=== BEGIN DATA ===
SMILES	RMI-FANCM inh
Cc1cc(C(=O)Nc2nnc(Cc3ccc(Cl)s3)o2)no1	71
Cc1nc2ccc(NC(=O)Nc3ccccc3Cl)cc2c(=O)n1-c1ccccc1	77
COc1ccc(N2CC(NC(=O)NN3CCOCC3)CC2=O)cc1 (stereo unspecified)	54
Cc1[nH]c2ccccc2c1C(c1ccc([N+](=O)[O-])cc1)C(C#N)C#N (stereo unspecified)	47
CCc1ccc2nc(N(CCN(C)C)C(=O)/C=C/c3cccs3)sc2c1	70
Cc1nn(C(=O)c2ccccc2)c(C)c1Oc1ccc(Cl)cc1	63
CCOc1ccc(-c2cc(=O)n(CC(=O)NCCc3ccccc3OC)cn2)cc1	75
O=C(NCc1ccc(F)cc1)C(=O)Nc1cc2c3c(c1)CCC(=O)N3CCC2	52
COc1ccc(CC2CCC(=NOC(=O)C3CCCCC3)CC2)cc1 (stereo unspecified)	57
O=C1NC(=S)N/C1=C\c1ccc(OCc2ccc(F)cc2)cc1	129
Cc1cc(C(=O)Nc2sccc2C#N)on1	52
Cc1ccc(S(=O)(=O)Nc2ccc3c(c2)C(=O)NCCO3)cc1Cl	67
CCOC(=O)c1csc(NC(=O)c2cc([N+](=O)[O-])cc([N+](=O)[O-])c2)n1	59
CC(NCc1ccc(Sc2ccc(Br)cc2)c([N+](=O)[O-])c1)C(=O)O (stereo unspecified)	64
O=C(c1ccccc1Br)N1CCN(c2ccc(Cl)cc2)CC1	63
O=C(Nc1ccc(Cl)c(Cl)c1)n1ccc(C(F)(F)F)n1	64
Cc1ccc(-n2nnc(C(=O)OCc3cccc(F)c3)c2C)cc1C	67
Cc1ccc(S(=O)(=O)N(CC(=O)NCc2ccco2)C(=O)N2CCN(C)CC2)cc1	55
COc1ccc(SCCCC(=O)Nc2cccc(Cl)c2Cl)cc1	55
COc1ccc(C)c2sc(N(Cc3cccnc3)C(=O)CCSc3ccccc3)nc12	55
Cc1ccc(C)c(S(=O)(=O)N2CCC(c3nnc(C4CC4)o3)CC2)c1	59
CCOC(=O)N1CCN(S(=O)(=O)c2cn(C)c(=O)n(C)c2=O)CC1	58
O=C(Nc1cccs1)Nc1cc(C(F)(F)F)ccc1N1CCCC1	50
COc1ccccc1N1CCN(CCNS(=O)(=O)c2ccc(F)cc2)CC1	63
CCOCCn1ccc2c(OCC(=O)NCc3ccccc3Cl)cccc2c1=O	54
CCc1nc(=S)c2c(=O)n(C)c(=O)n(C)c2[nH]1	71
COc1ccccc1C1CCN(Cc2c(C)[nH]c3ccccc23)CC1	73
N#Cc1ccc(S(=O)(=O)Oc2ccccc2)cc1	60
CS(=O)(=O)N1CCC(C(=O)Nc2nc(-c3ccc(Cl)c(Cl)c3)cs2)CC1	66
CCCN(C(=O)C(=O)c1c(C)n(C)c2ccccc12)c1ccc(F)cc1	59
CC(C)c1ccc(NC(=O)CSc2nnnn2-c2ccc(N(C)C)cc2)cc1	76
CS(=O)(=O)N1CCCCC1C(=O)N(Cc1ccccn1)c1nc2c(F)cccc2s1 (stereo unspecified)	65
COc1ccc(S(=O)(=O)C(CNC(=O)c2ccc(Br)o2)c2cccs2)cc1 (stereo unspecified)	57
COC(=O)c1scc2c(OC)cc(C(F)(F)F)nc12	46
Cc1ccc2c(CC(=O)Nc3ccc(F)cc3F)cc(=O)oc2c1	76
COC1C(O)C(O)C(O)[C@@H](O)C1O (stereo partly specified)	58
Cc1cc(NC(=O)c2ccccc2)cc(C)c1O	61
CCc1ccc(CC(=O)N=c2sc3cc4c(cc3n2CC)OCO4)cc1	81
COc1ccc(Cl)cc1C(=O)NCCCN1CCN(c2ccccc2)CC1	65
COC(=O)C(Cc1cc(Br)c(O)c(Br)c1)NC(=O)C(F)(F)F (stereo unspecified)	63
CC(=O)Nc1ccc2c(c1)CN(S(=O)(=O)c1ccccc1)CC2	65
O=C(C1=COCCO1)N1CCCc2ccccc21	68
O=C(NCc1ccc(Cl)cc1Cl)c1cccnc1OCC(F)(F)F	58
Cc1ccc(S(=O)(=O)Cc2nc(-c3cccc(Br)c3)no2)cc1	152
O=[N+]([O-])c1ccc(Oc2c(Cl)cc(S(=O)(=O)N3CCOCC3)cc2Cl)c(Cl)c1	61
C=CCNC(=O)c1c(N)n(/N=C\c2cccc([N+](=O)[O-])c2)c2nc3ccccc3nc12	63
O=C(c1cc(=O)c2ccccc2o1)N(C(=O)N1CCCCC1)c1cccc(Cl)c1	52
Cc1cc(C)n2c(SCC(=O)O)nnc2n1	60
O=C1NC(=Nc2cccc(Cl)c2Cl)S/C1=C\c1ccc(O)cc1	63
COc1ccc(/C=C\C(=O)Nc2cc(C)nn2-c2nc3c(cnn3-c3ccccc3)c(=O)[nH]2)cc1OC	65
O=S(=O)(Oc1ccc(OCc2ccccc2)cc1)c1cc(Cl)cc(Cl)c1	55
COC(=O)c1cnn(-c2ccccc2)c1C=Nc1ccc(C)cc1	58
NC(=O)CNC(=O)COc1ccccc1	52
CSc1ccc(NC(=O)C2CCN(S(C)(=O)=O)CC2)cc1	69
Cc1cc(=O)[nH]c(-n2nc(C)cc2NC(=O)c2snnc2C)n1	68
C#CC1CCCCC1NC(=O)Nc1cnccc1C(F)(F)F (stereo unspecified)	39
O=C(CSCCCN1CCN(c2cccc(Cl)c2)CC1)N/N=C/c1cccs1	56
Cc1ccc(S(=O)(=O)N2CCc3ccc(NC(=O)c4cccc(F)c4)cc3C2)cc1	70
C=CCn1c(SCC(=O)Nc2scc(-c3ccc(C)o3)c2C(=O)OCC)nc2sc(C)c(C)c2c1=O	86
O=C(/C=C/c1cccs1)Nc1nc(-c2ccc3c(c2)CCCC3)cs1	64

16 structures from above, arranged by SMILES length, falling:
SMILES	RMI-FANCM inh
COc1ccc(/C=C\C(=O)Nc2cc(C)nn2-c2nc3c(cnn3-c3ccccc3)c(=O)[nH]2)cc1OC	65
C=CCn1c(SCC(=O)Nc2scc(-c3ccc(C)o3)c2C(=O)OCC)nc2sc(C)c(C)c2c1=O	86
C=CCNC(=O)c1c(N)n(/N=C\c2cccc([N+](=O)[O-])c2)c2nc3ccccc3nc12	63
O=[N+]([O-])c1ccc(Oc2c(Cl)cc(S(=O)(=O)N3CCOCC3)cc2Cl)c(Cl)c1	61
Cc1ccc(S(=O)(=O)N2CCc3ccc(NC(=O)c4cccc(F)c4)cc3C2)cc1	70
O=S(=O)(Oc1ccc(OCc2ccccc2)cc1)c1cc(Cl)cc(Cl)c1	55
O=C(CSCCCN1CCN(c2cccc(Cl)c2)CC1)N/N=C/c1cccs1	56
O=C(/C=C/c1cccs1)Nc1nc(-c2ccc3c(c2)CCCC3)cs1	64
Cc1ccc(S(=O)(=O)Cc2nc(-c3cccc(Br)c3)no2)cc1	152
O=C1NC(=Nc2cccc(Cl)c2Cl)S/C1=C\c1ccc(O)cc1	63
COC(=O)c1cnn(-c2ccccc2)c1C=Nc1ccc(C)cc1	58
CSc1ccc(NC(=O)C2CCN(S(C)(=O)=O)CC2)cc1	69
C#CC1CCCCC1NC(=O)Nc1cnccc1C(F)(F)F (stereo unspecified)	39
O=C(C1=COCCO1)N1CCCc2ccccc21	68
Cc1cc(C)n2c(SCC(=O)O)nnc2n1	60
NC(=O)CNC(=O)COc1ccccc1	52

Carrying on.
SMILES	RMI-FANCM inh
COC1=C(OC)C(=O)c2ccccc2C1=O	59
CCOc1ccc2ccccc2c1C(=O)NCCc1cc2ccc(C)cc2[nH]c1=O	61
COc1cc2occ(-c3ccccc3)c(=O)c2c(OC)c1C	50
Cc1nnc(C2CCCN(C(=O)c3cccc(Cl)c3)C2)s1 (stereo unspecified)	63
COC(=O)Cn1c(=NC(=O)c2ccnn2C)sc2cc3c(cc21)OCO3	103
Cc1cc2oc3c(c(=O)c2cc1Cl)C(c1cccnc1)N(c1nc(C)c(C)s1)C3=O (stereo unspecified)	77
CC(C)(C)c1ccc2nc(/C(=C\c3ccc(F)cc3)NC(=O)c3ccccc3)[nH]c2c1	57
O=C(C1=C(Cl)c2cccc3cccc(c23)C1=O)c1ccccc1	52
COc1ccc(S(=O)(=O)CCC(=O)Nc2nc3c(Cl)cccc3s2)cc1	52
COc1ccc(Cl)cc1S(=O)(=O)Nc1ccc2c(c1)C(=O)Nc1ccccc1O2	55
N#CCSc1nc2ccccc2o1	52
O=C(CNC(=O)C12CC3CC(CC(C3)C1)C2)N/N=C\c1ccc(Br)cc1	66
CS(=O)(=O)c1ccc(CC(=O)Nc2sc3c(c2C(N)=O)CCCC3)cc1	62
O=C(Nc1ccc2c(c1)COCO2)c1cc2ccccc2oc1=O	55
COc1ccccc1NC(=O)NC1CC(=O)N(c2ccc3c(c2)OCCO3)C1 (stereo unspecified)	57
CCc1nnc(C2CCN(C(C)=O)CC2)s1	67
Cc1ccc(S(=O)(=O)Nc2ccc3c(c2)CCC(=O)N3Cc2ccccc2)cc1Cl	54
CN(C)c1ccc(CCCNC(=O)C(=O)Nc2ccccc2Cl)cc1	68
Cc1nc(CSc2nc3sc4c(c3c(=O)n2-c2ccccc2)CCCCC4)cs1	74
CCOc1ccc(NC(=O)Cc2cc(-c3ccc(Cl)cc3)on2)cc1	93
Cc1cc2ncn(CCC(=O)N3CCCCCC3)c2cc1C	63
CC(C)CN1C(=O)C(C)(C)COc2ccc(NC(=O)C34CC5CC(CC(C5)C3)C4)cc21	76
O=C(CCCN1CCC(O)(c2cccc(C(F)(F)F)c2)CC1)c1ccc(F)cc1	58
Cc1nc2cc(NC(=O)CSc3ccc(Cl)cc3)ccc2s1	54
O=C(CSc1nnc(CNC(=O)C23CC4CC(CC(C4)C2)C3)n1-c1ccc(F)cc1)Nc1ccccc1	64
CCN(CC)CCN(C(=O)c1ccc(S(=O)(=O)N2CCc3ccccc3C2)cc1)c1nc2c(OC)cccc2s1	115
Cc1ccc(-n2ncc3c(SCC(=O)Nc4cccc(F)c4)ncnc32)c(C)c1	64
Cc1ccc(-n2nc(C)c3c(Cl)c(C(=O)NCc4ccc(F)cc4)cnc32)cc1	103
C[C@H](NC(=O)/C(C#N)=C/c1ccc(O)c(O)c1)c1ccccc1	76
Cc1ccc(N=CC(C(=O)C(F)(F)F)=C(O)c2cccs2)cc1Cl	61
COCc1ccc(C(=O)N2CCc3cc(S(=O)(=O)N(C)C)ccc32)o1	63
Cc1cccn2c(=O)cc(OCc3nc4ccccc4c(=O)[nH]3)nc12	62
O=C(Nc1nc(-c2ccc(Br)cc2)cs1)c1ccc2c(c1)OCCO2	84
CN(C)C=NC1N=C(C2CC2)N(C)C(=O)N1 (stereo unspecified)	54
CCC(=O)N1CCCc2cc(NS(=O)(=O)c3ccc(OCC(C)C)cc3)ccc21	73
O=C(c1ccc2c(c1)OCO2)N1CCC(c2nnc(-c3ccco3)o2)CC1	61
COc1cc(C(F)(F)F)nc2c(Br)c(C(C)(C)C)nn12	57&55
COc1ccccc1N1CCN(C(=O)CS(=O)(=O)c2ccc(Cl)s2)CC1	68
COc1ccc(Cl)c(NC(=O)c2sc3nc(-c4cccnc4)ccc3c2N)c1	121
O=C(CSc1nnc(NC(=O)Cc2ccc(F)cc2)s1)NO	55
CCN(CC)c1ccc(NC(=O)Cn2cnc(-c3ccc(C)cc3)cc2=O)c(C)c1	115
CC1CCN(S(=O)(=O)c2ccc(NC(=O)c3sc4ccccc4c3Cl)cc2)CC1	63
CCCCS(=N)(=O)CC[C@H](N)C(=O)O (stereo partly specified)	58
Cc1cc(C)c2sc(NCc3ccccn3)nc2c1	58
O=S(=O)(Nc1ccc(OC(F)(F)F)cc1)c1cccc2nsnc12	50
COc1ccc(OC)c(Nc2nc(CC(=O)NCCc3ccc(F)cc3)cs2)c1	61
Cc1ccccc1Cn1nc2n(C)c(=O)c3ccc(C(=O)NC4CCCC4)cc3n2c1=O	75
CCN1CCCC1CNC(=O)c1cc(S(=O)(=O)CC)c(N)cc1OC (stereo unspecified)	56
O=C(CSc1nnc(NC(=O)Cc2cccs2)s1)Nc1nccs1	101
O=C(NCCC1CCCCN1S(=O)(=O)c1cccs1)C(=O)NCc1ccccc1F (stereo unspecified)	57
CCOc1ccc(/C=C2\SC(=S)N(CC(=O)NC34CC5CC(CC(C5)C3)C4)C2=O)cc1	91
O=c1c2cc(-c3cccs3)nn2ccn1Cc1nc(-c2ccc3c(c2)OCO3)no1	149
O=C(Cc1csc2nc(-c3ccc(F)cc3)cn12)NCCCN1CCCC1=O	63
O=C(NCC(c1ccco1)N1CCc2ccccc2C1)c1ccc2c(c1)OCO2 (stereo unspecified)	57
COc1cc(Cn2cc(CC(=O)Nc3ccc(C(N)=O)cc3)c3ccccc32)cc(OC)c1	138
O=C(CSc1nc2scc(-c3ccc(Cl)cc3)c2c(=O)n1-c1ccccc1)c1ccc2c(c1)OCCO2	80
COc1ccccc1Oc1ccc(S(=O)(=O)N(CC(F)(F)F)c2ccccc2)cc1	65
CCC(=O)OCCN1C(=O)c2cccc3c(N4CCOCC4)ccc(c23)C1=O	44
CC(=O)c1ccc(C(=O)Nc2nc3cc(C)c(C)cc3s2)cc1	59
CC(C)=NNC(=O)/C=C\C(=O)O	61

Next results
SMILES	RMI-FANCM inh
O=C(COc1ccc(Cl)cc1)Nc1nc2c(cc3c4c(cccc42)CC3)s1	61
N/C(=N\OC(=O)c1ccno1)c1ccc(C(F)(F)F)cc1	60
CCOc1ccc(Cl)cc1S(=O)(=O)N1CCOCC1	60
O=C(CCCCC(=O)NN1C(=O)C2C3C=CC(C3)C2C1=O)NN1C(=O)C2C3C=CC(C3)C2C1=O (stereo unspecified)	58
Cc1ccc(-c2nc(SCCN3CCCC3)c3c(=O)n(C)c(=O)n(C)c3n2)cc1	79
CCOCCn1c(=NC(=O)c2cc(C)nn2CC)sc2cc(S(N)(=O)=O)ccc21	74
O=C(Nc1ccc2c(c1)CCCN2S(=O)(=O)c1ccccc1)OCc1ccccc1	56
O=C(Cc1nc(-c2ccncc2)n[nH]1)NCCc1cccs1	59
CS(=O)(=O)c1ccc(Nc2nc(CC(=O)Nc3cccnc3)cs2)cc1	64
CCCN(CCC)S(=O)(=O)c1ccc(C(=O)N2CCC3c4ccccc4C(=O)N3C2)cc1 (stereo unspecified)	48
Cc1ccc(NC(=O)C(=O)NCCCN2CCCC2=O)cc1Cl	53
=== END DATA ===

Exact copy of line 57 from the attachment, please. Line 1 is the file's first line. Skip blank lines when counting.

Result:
C#CC1CCCCC1NC(=O)Nc1cnccc1C(F)(F)F (stereo unspecified)	39